Decumaria barbara

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Decumaria barbara
Decumaria barbara Gil.jpg
Photo taken by Gil Nelson
Scientific classification
Kingdom: Plantae
Division: Magnoliophyta - Flowering plants
Class: Magnoliopsida – Dicotyledons
Order: Rosales
Family: Hydrangeaceae
Genus: Decumaria
Species: D. barbara
Binomial name
Decumaria barbara
DECU BARB dist.jpg
Natural range of Decumaria barbara from USDA NRCS Plants Database.

Common names: Woodvamp; Climbing hydrangea; Cowitch vine

Taxonomic notes


It has a vining and climbing habit.[1]

"High-climbing, woody vine with adventitious, aerial roots. Leaves opposite, ovate, elliptic, or obovate, 3-12 cm long, 1-7 cm wide, glabrous above, pubescent beneath, at least n the veins, acute or acuminate, entire to coarsely serrate, base cuneate to cordate, petiolate. Corymbs terminal, 4-10 cm broad; flowers numerous, perfect, regular, bracteates, short-pedicellate. Calyx tube 7-10 cm ribbed, turbinate, ca. 1.5 mm long in anthesis, 3.5-4 mm long in fruit, lobes 7-10, persistent, 0.2-1 mm long; petals 7-10, white; stamens numerous; carpels 7-10, stigma capitate with 7-10 lobes, style solitary, thick, ca. 1 mm long, ovary inferior, 7-10 locular, many-ovulate, placentation parietal. Capsules turbinate or obovoid, conspicuously longitudinally ribbed, 4-5 mm long; seeds lustrous, yellow, linear-terete, ca. 2 mm long." [2]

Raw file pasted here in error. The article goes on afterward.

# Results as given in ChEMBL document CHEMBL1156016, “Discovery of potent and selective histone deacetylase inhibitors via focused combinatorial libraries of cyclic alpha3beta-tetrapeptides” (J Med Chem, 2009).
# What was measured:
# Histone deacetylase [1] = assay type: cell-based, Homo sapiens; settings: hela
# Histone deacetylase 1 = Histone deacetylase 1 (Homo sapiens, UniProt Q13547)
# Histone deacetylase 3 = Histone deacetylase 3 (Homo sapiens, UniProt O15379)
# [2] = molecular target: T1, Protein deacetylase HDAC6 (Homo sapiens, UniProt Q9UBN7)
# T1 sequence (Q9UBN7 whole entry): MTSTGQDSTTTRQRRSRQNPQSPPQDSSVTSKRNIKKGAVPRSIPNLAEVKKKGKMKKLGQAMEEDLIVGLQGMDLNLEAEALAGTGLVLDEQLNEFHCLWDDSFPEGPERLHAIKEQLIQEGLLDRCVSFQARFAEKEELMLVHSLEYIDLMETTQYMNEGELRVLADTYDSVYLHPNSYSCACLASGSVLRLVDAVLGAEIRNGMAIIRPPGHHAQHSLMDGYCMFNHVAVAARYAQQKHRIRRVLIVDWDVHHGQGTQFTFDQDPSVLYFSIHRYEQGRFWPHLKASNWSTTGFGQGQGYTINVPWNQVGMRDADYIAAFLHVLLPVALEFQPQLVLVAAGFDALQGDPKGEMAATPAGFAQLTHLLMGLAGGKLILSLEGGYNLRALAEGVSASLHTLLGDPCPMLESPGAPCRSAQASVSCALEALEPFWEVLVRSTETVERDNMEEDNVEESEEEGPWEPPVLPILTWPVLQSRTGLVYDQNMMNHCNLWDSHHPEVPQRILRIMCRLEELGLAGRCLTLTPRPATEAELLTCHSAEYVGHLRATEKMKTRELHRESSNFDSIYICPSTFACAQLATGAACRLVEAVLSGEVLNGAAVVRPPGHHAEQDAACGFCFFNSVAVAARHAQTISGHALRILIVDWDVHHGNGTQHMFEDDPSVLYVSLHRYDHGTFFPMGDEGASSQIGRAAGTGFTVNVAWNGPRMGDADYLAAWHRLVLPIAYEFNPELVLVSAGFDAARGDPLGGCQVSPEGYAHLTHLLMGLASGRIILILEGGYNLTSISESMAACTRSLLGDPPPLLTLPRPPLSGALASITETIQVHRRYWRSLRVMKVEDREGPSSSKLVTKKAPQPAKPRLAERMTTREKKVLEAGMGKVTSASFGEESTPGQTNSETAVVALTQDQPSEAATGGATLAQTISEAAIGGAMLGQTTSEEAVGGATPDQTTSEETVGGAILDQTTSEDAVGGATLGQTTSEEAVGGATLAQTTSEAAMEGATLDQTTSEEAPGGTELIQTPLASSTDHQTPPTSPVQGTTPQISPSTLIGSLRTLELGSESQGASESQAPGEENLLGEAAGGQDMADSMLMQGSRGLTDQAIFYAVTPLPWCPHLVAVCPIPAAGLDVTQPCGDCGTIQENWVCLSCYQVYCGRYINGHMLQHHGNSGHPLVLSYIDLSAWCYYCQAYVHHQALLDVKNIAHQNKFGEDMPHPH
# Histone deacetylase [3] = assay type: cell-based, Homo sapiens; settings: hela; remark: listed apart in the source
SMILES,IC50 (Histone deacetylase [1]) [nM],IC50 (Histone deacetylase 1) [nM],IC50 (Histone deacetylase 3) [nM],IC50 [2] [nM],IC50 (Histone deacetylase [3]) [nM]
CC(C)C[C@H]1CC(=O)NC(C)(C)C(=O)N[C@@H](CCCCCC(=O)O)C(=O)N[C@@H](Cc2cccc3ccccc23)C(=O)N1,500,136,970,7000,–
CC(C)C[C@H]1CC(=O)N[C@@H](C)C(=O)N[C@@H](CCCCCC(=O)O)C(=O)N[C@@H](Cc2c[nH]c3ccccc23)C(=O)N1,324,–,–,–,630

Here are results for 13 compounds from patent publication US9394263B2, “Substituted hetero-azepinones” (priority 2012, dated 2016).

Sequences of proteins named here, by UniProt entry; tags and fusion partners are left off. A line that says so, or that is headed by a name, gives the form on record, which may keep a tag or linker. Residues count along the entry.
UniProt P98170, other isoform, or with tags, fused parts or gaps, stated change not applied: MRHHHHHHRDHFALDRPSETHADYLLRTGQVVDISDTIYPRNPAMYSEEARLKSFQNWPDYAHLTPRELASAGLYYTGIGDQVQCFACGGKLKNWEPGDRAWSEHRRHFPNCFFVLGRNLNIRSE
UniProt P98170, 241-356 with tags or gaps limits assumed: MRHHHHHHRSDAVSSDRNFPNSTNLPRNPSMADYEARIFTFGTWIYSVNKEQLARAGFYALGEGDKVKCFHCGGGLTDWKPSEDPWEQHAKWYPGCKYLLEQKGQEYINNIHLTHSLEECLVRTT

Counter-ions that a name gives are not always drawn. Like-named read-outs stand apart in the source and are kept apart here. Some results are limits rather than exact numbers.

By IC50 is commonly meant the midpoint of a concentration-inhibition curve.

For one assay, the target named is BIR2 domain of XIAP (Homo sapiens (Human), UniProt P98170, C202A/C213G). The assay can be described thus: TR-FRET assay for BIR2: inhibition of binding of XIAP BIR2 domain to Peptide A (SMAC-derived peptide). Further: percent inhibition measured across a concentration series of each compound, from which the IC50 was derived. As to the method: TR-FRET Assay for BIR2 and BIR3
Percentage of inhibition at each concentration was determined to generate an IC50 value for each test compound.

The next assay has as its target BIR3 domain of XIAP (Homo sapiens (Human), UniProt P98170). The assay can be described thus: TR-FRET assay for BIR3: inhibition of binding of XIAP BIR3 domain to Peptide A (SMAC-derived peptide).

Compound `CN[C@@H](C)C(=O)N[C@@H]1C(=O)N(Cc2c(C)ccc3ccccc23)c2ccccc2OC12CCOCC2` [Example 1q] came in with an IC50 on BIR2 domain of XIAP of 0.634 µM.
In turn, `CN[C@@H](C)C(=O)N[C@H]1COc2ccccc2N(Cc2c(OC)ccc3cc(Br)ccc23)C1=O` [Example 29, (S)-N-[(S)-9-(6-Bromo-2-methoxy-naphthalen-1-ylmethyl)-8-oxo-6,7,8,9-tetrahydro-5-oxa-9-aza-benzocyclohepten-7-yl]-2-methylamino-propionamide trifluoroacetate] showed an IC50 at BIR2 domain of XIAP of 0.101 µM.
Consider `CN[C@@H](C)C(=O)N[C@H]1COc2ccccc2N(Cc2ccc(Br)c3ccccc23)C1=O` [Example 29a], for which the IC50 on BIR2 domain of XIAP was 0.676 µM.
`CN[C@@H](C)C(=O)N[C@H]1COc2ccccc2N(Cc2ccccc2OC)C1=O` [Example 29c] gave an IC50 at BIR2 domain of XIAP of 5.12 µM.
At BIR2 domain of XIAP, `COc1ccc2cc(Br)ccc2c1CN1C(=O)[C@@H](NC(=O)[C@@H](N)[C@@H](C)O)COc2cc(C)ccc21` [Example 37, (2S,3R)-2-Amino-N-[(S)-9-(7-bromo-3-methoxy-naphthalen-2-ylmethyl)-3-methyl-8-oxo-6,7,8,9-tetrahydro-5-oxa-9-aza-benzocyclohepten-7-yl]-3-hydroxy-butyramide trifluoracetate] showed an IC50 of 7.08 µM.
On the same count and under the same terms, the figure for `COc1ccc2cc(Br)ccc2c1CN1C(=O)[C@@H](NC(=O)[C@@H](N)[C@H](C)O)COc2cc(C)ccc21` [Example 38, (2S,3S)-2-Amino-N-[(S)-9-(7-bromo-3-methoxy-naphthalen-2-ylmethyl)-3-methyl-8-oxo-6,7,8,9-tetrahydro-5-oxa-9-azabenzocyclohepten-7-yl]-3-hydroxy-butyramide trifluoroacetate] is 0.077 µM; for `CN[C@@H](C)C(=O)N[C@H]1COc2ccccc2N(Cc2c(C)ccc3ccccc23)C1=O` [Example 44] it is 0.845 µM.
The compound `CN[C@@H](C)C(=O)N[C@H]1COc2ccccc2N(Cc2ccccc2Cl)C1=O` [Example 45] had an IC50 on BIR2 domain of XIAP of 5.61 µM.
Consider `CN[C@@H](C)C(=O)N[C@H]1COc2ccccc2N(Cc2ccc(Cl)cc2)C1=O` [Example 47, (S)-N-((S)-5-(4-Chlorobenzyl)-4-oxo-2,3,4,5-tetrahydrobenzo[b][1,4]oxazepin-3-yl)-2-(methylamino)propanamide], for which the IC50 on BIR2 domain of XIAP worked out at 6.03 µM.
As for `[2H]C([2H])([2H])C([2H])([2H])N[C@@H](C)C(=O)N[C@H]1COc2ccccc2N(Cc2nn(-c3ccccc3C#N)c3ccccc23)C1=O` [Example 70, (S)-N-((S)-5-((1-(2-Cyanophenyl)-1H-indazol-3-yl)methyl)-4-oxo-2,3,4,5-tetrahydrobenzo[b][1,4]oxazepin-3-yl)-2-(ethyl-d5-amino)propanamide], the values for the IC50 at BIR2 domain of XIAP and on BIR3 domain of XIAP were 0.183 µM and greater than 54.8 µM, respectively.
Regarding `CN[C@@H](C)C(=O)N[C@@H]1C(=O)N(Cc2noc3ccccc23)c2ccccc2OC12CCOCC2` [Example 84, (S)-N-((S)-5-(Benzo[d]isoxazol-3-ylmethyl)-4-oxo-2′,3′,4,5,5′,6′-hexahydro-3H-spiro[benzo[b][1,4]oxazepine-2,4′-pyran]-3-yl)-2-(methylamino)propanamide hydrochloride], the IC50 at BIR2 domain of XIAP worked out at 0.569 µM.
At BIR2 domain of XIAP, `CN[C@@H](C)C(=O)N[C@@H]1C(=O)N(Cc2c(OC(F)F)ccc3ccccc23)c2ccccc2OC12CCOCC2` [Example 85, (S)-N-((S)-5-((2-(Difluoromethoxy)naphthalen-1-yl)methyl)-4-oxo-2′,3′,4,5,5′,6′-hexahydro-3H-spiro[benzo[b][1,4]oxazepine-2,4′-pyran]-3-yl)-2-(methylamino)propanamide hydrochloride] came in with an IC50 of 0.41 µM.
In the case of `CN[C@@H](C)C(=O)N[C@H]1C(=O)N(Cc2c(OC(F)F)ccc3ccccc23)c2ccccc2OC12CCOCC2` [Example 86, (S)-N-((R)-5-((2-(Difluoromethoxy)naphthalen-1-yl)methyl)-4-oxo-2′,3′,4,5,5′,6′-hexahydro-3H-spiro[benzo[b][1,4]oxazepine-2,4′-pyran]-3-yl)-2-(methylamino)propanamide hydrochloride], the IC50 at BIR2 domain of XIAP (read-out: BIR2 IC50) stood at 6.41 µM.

It is found in in swampy woods, along banks and streams, in floodplains, in mesic woodlands, slopes of ravines, and seen climbing on a tree trunk. It requires low light levels. It is associated with drying sandy loam soil types.[1]

Associated species includes Acer, Carpinus, Fraxinus, Nyssa, Quercus, Taxodium.[1]


Flowers are white, bisexual and radially symmetrical.[3] It has been observed flowering in April and May and seen fruiting in May.[1] Fruit capsules are urn-shaped and tan.[4]

Conservation and management

Cultivation and restoration

Photo Gallery

References and notes

  1. 1.0 1.1 1.2 1.3 Florida State University Robert K. Godfrey Herbarium database. URL: Last accessed: June 2014. Collectors: Loran C. Anderson, Rodie White, Robert K. Godfrey, Travis MacClendon, Karen MacClendon, and Kathy Willis. States and Counties: Florida: Calhoun, Gadsden, Jackson, Liberty, and Wakulla. Georgia: Grady.
  2. Radford, Albert E., Harry E. Ahles, and C. Ritchie Bell. Manual of the Vascular Flora of the Carolinas. 1964, 1968. The University of North Carolina Press. 520. Print.
  3. [[1]]Accessed: April 17, 2016
  4. [[2]]Lady Bird Johnson Wildflower Center. Accessed: April 16, 2016